CHALLENGING REALITY - Vegan Life Magazine
Jane Lewis talks to Vegan Life about her deeply moving representational art
VL: Tell us about your own vegan journey.
JL: I gave up dairy nearly 30 years ago because of allergy rather than ethics. I had been vegetarian for many years but, while still avoiding dairy, eventually lapsed to pescatarian to occasional meat eater. Some Buddhist friends had told me about the abuse rife in the egg industry, which I ignored until I had a light-bulb moment when buying eggs in a supermarket and realized that it is impossible to supply the millions of so-called free-range eggs without the entire country being knee-deep in hens. But my real enlightenment to the horrors of animal agriculture came through social media. I saw a photograph of line upon line of calves in veal crates, and my impulse was to look away, but it gave me a feeling of nagging unease. Shortly after this I came across the Earthlings page on Facebook and wondered what the documentary film was about, so I found it on YouTube and watched it from a totally naïve perspective, unprepared for its content. Seeing that film changed my life — I became vegan overnight. That was nearly three years ago, and since then I’ve watched a lot of undercover footage of farming practices and vivisection atrocities, and have read widely about animal rights and also the health benefits to humans of a plant-based diet.
VL: How would you describe your signature style??
JL: My style is representational and realistic-looking, but not naturalistic. I want to depict ideas which at first look representational but have the disturbing aspect of being a step removed from actuality. My intention is to arrest and seduce the viewer with technique, then confront with challenging or subversive subject matter.
An idea can gestate for weeks or months or years before I get around to using it in a composition. Some ideas may never be used. I keep small sketchbooks with plans for future works, usually in the form of simple line and wash drawings, sometimes as written notes. When painting I rework an idea to the full size of the canvas (called a cartoon) before I begin the painting, and it inevitably changes and takes on a life of its own during the painting process. Most of my drawings also begin life in a sketchbook, and then evolve as I work directly on the final piece.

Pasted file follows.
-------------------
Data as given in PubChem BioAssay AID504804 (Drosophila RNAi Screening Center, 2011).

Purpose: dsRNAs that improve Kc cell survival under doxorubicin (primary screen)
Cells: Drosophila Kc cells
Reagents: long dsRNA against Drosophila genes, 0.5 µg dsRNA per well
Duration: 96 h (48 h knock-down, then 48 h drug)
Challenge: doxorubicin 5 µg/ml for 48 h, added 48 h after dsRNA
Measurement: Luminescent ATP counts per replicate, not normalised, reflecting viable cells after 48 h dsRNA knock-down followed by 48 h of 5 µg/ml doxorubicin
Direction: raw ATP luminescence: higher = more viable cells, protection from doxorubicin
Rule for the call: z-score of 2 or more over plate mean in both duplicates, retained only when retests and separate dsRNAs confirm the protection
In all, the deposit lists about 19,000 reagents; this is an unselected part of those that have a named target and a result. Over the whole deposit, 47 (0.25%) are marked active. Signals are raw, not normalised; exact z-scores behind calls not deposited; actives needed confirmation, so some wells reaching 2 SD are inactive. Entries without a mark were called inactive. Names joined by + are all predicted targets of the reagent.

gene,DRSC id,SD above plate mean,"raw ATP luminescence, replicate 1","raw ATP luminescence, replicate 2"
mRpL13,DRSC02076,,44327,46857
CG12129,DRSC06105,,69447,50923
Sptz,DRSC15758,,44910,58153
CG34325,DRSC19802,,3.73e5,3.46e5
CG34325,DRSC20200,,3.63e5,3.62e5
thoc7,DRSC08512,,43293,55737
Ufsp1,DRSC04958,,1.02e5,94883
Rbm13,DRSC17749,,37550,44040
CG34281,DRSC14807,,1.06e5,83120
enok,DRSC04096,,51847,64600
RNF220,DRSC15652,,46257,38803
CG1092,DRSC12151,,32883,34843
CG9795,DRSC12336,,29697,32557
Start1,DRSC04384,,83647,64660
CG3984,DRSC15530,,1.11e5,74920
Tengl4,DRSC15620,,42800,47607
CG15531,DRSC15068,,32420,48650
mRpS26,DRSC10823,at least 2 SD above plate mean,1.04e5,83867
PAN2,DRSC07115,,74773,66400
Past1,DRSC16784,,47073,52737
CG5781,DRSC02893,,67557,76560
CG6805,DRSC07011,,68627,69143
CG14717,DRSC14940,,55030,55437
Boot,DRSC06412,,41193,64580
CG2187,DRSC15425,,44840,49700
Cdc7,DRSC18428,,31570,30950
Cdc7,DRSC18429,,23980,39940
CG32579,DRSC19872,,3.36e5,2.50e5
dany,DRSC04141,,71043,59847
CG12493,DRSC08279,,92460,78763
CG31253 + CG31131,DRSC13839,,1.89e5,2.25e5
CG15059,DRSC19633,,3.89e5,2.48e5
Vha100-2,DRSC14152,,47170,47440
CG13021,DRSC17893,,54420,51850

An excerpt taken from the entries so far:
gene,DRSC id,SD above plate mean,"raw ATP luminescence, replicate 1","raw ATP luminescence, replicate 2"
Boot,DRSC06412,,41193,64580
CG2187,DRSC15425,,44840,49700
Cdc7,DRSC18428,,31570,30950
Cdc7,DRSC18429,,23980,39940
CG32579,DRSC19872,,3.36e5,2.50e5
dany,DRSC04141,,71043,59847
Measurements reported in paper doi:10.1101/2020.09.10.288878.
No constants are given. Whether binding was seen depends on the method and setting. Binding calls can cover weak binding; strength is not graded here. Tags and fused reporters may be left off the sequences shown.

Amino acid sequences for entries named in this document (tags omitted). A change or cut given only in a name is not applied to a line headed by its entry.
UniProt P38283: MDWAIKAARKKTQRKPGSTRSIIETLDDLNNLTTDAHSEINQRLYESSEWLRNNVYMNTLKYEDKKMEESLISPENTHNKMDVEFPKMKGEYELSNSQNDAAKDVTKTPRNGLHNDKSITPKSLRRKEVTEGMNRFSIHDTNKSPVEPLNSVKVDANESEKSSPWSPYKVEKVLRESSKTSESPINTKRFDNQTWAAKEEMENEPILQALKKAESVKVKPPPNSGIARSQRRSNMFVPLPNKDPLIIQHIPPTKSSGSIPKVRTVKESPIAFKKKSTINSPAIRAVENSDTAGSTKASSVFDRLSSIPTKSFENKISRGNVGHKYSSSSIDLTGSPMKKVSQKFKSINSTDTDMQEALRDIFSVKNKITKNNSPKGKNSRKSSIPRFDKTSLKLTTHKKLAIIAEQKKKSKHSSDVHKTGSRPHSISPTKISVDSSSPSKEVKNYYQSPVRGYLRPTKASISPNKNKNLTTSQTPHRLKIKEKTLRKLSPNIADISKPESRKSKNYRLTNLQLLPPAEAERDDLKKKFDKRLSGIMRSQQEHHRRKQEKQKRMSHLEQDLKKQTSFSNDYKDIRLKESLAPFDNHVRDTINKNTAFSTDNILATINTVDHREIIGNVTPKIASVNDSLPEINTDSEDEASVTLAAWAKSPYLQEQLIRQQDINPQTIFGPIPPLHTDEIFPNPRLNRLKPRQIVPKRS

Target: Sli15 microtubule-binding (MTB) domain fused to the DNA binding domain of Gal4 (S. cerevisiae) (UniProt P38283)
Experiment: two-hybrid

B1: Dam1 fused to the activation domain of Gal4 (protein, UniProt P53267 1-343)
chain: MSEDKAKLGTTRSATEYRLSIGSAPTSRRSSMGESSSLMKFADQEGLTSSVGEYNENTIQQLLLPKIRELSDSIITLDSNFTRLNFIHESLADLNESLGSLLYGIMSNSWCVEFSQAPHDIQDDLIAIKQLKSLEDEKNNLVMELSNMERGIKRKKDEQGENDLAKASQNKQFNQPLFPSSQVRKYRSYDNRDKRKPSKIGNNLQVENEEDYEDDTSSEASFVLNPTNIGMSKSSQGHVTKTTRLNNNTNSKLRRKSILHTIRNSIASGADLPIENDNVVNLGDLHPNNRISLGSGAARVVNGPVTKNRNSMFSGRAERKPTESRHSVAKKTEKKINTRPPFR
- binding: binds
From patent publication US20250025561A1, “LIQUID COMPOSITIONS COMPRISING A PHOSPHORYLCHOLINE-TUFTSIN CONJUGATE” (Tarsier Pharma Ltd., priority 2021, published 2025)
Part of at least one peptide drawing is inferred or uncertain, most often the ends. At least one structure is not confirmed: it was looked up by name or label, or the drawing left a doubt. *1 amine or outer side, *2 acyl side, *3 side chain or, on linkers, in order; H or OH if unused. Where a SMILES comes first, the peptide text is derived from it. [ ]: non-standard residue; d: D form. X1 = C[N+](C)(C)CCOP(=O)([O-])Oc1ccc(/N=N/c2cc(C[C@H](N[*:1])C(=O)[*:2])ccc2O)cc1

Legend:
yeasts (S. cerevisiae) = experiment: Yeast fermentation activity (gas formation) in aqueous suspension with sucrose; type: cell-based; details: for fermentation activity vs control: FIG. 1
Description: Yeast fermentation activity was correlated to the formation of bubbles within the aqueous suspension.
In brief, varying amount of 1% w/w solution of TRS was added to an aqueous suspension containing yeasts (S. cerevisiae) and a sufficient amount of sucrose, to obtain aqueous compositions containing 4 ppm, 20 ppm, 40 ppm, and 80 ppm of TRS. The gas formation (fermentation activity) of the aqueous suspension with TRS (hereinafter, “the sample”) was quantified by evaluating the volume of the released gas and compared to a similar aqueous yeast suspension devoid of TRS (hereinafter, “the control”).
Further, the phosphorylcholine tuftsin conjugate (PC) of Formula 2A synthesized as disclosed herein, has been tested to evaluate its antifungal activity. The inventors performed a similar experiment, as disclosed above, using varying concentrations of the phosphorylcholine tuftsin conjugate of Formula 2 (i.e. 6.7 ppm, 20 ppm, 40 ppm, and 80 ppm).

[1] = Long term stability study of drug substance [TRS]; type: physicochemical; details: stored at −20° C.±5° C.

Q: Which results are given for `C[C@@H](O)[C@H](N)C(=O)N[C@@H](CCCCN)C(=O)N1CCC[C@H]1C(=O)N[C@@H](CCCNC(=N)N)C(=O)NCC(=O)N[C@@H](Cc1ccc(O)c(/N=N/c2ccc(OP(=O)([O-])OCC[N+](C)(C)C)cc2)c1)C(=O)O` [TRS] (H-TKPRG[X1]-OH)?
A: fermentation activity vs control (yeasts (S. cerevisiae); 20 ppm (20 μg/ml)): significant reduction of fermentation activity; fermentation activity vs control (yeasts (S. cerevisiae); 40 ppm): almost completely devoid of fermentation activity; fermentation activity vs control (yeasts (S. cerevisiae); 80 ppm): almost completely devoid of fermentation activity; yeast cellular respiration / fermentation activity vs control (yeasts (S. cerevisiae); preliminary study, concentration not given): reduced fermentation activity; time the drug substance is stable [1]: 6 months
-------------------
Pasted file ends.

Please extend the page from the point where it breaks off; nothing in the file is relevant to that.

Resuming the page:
VL: Which materials do you work with in your pieces and why?
JL: I currently work in oil on canvas and various drawing media. I have also produced a lot of work in pastel, as pastel paintings rather than drawings. For me, oil painting has a richness and luminosity unequalled by other paint media such as acrylic, and I love its versatility and subtlety. It is capable of everything from the finest detail to chunky impasto — I, of course, go for the fine detail! It also ages with grace. In drawing I use conte crayon (a type of chalk) and charcoal, each capable of both breadth and precision, and I’m currently working in graphite pencil with coloured pencils. Because my work in oils proceeds so slowly, it is refreshing to be able to realize ideas more quickly in drawing.
I always use good quality artists’ papers, often hand-made. Since becoming vegan, I’ve begun to consider whether the materials I use are ethical. In the past synthetic brushes were distinctly inferior to those made with hair, but these days it is possible to find excellent non-hair brushes - I’ve recently bought some lovely ones from Rosemary and Co. in Yorkshire. And I am looking into what kind of glue-size is used in paper manufacture.
VL: We adore your ‘White Rabbit - The Vivisectionist’ image, can you tell us about the symbolism in this piece?
JL: It is based on an older composition with which I had never been satisfied, and so I decided to rework the idea. That led to it becoming a rather surreal composition because I wanted to keep certain elements and radically change others. For example there was already a human figure and a cat which I have made more sinister with the addition of the mask and electrodes on the cat’s head. The title I think speaks for itself. The painting depicts a human figure disguised by a mask, because the perpetrators of torturous experimentation on animals are frequently made anonymous by surgical masks or pixilation in video footage and photographs. In a blood-stained shirt he/she is surrounded by some of the many types of animals used in vivisection. I had in mind not a laboratory, but a less clinical interior where perhaps the vivisectionist is at home and indulging in a costumed ritual of his/her sadistic practices. So we see a cat with embedded electrodes on a windowsill with only a ball of sky for distraction. The human’s hat has a pattern of monkey faces and is festooned will floating eggs on which the word vaccine can be read — most vaccines are incubated in chickens’ eggs — and the decorative stained-glass roundel held in his/her hand depicts fish (also used in animal experiments) with spattered blood. The white rabbit of the title is at first sight a toy, but one that has been wounded and stitched, and a white rat is held in restraint by the tail. Another strange detail is the triangular piece cut from the table top to reveal the eye of a captive animal. My aim in this piece is to intrigue then challenge the viewer.